T O P I C R E V I E W
Member # 103145
posted 05-05-2013 12:35 PM
Am I smothering my partner? How much is too much? How do you find balance?
It can be really hard to get to a place where you have a good balance of time together and time apart. Should you go out with your friends and leave your partner at home? Should your partner be with you to experience everything? In my first serious relationship this was definitely a struggle. My partner made me feel so good, great, the happiest and I wanted to be around him all the time. It was a bit of a blessing, although it didn't seem like it at the time, that we lived 30 minutes from each other, we were both working and I was in school. The distance and both of us being busy forced us to find balance in the time we spend together and the time we spent apart. Although at times it was still difficult to not try be with him all of the time, to do things without each other and maintain some independence. How do you navigate this in your relationships? What strategies have made it work? Any advice for others?
Member # 25425
posted 05-05-2013 01:51 PM
Striking the right balance has often been a struggle for me, too. I am super introverted and I need a lot of time to just be with myself. On the other hand, I also get insecure easily when I don't at least hear from the other person at some point during the day. The result of that has been that I've sort of switched from one extreme to the next with relationships: my first serious relationship was long-distance, and I felt really insecure a lot of the time. So in the relationship following that, I wound up with someone who needed a lot more interaction, to the point that I felt crowded and trapped. So, I really had to learn to recognize when I need space and when I need company, and to learn how to ask for what I need and say when I've had enough. I've gotten a lot better, but this topic is still the main source of my difficulties in relationships.
Member # 103145
posted 05-05-2013 02:00 PM
I'm right there with you. How do you recognize when you need space? Do you have any good strategies for recognizing when your partner needs space. Communication is of course the easiest way but I feel like this can be an especially hard thing to communicate. I feel like sometimes you just really need to be perceptive to what you need or what your partner needs in order to get the conversation started. What do you think?
Member # 25425
posted 05-05-2013 02:16 PM
The biggest thing is not being afraid to ask for what you need, and to make sure your partner knows they can always ask, too. I used to be scared (and still am, sometimes) that my partner would feel rejected if I said something like, "hey, I know we had plans for tonight, but I had a really busy day and I just need to veg out on the couch and be by myself." On the other hand, I don't want to come across as clingy, and often think twice before sending that text message.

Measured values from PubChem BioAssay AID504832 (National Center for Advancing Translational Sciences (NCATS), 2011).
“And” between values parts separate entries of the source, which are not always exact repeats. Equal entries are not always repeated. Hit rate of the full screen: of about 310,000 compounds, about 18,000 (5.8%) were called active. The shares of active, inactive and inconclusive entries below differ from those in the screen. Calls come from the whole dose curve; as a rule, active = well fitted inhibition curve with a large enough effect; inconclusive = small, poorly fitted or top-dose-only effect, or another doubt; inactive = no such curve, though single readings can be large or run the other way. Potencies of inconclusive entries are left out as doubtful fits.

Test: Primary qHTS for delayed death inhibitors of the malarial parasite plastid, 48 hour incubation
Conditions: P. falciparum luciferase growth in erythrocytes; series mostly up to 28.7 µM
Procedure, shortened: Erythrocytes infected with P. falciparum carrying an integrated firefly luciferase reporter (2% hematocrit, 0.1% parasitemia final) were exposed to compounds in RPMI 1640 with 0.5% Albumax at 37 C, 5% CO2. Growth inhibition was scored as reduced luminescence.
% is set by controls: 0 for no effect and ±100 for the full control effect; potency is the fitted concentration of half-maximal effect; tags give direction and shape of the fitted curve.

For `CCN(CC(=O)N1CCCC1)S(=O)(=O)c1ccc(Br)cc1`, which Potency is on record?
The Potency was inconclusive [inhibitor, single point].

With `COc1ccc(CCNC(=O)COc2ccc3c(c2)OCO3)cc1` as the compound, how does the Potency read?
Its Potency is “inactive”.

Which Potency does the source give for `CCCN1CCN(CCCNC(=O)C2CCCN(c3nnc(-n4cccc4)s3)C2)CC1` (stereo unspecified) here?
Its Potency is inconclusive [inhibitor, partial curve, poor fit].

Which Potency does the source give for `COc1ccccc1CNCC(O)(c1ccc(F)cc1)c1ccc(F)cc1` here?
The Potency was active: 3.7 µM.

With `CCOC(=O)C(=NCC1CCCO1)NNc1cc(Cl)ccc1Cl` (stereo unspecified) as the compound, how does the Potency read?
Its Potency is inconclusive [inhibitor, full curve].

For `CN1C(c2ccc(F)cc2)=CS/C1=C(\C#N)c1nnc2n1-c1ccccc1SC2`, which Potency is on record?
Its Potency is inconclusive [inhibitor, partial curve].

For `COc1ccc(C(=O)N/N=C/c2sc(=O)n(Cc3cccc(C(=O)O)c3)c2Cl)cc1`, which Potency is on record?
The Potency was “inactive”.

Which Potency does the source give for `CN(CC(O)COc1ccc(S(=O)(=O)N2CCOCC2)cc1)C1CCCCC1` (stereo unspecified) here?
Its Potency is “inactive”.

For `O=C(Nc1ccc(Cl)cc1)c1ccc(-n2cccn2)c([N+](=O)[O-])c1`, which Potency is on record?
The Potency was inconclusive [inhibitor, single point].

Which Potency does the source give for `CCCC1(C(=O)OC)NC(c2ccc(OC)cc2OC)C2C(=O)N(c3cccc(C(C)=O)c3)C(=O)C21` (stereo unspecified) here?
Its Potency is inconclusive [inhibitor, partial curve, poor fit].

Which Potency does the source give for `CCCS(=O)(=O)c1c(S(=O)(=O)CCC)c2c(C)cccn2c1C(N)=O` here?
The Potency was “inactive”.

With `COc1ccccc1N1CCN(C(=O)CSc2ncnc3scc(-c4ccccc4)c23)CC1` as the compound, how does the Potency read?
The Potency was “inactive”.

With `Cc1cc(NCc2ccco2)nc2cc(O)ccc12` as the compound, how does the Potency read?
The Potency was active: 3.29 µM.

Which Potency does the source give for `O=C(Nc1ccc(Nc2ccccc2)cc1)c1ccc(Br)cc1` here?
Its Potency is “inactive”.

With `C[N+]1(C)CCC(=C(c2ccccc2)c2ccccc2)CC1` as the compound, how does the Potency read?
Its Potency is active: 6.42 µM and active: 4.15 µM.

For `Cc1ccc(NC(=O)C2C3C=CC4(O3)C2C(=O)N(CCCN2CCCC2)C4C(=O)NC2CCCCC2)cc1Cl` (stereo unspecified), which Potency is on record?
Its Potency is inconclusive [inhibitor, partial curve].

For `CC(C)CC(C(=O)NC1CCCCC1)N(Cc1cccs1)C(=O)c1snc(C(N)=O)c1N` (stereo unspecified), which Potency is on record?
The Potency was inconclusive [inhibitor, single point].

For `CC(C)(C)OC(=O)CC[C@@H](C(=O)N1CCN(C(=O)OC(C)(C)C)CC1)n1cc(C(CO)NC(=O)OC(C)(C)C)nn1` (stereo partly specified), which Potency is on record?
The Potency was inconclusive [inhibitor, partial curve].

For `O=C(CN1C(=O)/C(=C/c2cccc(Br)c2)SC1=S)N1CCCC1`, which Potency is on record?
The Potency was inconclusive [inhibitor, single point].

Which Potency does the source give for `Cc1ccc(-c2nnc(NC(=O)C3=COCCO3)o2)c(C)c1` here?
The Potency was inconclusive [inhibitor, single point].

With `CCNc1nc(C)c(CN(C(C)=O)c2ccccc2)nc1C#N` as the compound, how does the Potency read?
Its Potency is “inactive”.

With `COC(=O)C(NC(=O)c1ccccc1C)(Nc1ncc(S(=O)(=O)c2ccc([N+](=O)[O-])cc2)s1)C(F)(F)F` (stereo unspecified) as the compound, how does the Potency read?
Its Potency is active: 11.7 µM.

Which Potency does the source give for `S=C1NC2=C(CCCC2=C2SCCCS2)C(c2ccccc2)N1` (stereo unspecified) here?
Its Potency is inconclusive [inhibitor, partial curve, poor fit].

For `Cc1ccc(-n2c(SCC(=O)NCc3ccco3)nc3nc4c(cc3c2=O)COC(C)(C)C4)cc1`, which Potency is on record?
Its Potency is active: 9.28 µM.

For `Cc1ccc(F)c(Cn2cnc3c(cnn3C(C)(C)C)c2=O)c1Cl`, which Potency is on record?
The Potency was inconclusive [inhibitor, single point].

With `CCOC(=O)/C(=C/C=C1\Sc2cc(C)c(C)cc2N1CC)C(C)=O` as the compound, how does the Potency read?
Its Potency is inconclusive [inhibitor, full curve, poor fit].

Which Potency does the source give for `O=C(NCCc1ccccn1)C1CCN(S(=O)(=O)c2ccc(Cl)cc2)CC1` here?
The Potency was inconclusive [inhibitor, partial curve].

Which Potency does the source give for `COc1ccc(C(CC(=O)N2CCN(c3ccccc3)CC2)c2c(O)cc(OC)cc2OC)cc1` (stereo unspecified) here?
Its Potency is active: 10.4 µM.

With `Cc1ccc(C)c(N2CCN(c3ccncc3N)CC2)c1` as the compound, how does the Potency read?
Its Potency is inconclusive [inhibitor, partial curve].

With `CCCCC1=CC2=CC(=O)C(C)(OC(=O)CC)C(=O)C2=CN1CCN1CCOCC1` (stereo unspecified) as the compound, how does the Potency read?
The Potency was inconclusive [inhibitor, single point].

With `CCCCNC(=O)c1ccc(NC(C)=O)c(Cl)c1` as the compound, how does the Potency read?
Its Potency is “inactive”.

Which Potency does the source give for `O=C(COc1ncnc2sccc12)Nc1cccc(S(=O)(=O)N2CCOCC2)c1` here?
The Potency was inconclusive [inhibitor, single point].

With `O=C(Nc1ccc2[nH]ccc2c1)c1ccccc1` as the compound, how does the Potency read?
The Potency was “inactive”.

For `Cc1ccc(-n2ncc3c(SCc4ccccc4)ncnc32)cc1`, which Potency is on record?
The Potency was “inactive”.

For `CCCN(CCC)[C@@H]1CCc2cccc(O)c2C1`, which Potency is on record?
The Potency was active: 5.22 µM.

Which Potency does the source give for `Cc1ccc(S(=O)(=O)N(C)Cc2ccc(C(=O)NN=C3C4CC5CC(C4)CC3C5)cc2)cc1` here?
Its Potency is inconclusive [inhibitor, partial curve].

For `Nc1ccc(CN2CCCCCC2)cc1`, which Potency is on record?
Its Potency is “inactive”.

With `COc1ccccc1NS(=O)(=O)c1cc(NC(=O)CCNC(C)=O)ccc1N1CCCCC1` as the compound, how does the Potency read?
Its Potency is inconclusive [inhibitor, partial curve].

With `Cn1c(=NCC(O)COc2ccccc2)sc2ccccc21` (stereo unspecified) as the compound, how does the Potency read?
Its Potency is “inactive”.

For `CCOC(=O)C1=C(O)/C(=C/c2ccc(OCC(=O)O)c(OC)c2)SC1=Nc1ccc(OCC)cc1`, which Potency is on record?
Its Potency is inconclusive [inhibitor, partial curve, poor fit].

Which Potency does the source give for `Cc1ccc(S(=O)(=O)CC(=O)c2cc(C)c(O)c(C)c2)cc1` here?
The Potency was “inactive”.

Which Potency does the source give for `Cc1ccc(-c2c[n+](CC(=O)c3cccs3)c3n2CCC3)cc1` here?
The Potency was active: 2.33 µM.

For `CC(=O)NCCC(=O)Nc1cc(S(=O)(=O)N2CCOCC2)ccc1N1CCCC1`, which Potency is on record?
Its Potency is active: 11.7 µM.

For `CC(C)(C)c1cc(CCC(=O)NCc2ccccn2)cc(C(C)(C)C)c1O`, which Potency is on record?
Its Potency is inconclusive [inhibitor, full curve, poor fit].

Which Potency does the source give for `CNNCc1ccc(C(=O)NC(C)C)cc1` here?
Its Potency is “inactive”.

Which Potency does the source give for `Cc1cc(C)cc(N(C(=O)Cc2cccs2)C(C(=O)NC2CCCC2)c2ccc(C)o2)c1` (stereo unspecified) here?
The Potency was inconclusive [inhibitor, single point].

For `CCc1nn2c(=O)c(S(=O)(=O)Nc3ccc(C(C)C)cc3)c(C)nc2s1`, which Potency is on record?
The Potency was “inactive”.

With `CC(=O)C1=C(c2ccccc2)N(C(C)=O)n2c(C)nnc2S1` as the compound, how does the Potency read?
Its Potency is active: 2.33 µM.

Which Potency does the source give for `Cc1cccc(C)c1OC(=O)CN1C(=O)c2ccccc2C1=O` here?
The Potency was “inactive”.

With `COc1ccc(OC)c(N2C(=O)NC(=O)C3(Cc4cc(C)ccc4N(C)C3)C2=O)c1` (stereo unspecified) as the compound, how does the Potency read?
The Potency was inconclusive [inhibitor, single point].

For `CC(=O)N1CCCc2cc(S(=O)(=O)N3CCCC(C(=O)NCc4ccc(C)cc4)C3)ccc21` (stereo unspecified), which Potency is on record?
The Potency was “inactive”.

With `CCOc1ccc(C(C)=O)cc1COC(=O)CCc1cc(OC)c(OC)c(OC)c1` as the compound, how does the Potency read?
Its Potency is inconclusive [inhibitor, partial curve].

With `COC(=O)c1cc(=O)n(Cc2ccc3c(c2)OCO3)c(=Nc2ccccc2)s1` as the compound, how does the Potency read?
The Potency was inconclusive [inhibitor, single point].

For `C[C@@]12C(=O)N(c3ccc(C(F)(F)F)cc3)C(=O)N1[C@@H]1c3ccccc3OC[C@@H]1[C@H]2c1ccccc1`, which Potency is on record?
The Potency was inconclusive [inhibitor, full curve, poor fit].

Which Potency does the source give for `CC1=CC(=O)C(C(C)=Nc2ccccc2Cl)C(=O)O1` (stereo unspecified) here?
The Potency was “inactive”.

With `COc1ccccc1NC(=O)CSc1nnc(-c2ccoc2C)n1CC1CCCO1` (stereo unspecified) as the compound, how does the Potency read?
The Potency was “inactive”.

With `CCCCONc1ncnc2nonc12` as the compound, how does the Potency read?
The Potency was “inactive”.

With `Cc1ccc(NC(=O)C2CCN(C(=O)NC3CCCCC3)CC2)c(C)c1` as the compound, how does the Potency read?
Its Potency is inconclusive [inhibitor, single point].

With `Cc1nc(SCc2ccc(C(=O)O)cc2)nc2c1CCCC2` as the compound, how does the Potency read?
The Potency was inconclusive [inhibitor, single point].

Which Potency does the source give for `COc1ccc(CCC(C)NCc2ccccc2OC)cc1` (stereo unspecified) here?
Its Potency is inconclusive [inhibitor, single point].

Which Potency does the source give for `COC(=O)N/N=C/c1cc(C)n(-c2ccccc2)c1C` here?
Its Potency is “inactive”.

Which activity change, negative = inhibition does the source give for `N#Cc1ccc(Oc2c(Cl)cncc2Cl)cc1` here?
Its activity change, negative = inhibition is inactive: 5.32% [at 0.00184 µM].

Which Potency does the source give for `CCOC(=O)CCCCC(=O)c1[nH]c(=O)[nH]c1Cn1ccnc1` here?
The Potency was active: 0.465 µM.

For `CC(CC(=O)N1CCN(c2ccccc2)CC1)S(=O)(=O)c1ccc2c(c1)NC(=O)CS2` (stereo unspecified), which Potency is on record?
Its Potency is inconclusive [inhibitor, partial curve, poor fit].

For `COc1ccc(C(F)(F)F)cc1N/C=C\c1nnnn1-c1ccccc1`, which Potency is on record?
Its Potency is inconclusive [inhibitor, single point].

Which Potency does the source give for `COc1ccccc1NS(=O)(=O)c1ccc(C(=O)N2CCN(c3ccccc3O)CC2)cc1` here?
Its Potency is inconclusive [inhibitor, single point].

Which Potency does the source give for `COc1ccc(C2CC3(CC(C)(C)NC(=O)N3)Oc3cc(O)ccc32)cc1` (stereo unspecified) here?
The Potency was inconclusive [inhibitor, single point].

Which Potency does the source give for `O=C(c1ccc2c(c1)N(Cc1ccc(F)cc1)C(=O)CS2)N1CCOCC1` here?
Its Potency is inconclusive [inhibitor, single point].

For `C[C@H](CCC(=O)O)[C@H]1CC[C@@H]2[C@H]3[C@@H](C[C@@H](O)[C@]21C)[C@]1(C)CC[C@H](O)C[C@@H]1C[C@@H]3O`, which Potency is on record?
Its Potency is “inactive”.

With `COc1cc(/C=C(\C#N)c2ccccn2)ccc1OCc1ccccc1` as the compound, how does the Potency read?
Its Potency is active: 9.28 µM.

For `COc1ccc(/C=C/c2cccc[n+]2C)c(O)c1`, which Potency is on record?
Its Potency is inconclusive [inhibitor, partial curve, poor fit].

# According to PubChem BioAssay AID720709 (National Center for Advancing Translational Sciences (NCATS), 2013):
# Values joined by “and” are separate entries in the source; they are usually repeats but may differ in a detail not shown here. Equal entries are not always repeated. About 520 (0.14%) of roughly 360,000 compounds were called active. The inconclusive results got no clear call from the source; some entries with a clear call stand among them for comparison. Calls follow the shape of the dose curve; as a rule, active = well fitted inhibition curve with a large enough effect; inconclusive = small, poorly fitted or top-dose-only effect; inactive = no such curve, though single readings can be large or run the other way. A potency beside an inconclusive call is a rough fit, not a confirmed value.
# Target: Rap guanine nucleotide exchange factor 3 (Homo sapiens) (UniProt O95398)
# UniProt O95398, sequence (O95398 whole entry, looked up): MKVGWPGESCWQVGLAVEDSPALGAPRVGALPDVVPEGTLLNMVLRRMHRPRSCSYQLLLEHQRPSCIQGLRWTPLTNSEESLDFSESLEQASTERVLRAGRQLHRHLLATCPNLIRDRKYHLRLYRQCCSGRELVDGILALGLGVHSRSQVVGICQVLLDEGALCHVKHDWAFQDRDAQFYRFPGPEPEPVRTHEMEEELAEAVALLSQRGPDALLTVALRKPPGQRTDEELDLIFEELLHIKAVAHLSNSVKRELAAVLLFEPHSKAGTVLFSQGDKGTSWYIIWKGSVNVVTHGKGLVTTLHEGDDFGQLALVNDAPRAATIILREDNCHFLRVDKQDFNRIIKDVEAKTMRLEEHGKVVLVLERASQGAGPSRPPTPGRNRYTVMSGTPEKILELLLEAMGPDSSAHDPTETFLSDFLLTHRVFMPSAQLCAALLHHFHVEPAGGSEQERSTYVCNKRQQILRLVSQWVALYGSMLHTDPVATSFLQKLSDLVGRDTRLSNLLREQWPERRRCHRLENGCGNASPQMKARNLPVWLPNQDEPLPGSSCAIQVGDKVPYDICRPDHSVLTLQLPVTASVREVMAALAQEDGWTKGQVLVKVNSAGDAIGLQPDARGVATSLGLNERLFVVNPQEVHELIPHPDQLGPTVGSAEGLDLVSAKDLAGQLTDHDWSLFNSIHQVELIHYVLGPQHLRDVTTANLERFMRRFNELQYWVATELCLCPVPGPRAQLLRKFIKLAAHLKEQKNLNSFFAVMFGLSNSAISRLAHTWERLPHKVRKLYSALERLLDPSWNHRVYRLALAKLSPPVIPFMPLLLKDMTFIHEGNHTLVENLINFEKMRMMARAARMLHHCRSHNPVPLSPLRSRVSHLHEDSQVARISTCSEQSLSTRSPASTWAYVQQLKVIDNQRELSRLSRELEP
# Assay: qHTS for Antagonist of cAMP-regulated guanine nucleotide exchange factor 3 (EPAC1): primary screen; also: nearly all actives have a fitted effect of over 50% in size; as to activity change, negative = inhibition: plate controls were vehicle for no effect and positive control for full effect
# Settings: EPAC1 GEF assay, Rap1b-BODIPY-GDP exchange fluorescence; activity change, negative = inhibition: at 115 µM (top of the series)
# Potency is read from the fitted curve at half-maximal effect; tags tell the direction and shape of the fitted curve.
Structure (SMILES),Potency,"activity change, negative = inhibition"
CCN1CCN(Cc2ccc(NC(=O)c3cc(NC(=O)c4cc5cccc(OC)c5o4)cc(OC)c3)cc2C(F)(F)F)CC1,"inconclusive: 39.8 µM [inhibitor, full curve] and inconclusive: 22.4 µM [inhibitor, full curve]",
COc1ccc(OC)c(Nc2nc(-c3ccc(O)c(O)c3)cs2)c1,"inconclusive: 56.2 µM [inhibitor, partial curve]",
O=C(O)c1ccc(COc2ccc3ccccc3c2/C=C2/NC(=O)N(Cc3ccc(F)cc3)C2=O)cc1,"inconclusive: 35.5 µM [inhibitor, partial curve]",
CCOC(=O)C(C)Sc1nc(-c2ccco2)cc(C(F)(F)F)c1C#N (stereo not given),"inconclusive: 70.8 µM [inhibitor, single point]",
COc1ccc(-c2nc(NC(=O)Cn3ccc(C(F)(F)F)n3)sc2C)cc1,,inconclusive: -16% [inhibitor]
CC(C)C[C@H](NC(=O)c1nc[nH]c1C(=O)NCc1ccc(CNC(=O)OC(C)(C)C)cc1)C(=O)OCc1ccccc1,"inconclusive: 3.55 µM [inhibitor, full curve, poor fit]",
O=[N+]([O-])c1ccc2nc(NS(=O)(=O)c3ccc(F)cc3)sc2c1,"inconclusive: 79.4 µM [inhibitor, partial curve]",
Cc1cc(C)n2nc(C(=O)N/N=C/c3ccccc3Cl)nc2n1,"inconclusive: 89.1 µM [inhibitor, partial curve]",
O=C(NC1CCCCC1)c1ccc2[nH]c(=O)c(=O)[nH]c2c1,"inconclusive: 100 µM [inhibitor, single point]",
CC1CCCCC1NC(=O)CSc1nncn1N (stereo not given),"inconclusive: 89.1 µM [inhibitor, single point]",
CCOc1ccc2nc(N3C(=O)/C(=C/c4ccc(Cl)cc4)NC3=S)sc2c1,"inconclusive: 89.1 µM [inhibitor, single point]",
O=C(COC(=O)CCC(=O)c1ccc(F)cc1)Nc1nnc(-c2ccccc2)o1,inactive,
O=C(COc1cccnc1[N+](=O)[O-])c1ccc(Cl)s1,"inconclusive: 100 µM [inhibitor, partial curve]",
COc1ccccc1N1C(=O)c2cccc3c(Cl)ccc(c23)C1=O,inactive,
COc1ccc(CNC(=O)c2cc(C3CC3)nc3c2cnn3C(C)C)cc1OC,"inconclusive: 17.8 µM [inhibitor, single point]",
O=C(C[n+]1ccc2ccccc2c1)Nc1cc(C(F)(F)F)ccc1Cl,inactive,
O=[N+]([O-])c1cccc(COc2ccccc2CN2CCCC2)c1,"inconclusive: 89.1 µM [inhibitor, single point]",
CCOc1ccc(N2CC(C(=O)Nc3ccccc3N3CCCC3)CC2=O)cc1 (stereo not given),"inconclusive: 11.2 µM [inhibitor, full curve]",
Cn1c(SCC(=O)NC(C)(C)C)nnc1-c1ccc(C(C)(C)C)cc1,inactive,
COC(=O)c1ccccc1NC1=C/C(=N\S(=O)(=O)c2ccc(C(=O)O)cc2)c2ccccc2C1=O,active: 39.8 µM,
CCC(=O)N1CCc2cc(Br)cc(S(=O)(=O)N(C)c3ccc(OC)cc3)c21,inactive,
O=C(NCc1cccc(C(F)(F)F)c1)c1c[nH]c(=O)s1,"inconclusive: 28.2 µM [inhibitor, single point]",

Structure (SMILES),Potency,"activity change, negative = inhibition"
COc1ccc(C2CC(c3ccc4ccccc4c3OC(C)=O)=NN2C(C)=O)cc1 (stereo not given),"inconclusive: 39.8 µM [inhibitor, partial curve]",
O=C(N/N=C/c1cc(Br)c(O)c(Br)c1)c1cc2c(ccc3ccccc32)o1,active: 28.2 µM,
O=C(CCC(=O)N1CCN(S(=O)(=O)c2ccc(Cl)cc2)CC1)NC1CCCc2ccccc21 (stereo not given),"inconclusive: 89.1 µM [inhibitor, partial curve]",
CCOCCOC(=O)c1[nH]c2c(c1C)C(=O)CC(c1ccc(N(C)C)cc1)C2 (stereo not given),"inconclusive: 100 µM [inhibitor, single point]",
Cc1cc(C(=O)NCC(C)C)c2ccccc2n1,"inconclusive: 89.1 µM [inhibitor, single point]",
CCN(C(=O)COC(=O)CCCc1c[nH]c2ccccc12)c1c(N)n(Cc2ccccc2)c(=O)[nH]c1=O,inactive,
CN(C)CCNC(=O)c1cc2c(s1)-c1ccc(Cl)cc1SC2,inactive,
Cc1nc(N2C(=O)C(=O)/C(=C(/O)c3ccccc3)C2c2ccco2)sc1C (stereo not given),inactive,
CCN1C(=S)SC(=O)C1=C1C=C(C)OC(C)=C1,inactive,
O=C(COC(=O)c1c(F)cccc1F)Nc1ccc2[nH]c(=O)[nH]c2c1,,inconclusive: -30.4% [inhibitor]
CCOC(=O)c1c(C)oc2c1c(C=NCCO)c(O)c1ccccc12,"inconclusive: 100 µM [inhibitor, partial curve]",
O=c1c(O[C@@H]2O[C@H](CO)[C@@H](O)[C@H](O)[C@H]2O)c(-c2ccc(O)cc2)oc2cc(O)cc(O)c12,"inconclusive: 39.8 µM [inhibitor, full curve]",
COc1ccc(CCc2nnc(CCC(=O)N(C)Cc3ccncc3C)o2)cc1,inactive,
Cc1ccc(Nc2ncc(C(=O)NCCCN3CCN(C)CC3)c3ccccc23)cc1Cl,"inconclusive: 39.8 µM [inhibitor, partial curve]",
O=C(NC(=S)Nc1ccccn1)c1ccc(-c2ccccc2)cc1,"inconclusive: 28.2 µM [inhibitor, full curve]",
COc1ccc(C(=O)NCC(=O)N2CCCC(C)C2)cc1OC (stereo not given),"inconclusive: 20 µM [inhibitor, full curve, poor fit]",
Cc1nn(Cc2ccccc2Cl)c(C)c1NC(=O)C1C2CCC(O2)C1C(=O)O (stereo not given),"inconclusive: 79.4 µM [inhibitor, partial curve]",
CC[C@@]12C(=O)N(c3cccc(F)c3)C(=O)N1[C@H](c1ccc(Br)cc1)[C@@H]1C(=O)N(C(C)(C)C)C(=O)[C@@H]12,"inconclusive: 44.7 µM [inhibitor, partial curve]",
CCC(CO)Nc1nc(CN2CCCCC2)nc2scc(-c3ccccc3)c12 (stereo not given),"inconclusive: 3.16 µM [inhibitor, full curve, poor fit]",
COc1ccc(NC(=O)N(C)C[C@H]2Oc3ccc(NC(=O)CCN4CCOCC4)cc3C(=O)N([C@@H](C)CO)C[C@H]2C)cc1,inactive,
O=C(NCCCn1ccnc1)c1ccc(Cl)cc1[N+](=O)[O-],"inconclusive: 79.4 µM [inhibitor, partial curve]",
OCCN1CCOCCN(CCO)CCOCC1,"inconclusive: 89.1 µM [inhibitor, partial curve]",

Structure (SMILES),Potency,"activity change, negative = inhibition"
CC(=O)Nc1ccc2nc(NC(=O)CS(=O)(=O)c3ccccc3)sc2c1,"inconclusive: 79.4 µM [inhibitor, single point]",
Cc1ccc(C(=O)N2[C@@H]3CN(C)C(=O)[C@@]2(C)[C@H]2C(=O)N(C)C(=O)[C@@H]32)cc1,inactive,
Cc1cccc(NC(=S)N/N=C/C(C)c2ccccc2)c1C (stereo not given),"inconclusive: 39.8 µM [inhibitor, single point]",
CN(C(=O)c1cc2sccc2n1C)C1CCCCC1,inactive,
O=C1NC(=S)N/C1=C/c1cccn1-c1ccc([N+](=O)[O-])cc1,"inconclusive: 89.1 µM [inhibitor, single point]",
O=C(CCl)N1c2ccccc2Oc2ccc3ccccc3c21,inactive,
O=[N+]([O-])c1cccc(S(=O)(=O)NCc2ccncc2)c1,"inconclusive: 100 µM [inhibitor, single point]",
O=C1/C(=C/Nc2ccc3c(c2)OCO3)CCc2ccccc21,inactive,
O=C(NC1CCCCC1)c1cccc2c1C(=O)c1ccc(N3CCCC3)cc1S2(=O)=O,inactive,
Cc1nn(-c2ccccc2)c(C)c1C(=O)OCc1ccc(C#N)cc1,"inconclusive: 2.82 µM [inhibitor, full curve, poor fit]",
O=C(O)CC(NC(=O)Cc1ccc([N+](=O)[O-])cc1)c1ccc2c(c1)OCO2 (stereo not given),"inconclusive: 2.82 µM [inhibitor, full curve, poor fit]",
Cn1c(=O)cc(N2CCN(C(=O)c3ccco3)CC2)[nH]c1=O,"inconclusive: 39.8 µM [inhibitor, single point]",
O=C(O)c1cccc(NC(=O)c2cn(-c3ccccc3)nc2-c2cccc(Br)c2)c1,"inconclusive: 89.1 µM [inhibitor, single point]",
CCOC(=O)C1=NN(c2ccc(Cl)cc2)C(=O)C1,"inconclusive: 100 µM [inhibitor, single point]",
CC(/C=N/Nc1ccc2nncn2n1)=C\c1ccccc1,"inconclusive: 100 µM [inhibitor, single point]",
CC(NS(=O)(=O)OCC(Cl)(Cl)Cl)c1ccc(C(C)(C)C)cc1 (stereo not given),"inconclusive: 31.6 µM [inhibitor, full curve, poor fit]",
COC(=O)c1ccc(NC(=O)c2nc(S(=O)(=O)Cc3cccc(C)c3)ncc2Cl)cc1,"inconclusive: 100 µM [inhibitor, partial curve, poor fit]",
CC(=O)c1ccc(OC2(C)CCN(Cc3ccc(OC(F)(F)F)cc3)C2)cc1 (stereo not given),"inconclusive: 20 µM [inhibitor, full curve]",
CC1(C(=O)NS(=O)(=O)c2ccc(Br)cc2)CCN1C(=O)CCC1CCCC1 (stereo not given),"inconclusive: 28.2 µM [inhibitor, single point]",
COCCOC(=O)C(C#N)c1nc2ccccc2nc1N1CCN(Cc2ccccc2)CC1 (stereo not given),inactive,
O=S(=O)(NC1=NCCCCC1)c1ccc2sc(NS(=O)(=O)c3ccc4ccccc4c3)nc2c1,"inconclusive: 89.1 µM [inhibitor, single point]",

But I have gotten a lot better at pushing those fears aside. It helps to imagine how I would feel to be on the receiving end. Would I feel rejected if my partner asked for space? Or would I be a bit sad, but understanding and supportive? How do I recognize when I need space? I start to get annoyed at tiny things that normally would not bother me. When that starts to happen, I know that I need to take some time to myself to recharge my batteries.
Member # 101779
posted 05-05-2013 02:48 PM
I've struggled with this too, especially at the beginning of our relationship two years ago. We had been living basically in the same house for months and then suddenly could only see each other at weekends, and I ended up being really clingy. I feel a lot more comfortable now, since I can enjoy having time for myself without missing my boyfriend all the time. (I've always needed a lot of time for myself before).
Do you have any advice for how to ask for more space in a relationship when you're living together? I'm not afraid to ask, but it's been hard to work out how to do that in practice since you're stuck in the same house anyway, and I often find myself feeling rejected when my partner asks for more space even though I know it's a bit silly. September: I like your idea of knowing that you need more space when you get easily irritated, that's something I could be a lot more conscious about to avoid unnecessary arguments.
Member # 101745
posted 05-05-2013 07:34 PM
This has been a struggle for me at various points. I used to be a pretty insecure person, which made it easy for me to be clingy and want a lot of reassurance from a partner that things were ok. I think I needed too much of that in some of my earlier relationships.
Two things have really helped me cut down on this behavior: First, I've learned that many people, my partner included, tend to act withdrawn and/or very quiet when they're stressed out. Early in the relationship, when I was less certain about things between us, I spent a lot of time worrying that when they needed quiet time to process stressful things or to be alone for a bit, it was because they were irritated with me, or less attracted to me, or something like that. But then I just got better at understanding that state of mind, plus I was able to come out and ask "do you need time on your own right now? Can we get together to talk or hang out at X time in the future?" (I also became better at noticing when I needed that same sort of space for myself and taking it; it's harder to worry when someone else says "I need to read alone for a while" when I said the same thing the day before.) The other thing I've gotten better at is asking for specific types of support as and when I need them. If I feel comfortable saying to my partner "I know you're busy doing something right now, but when you can take a break it would be really helpful if you could snuggle with me on the couch for a few minutes" or "I'm excited that you're going out for a nice dinner with your girlfriend, can you take me to that fancy restaurant soon so I can enjoy it with you too?" If I know that I can ask for and receive some support and attention from a partner when I need it, it helps me feel more relaxed in the relationship in general, even if there are times when one or both of us feel like we need a lot of space to ourselves.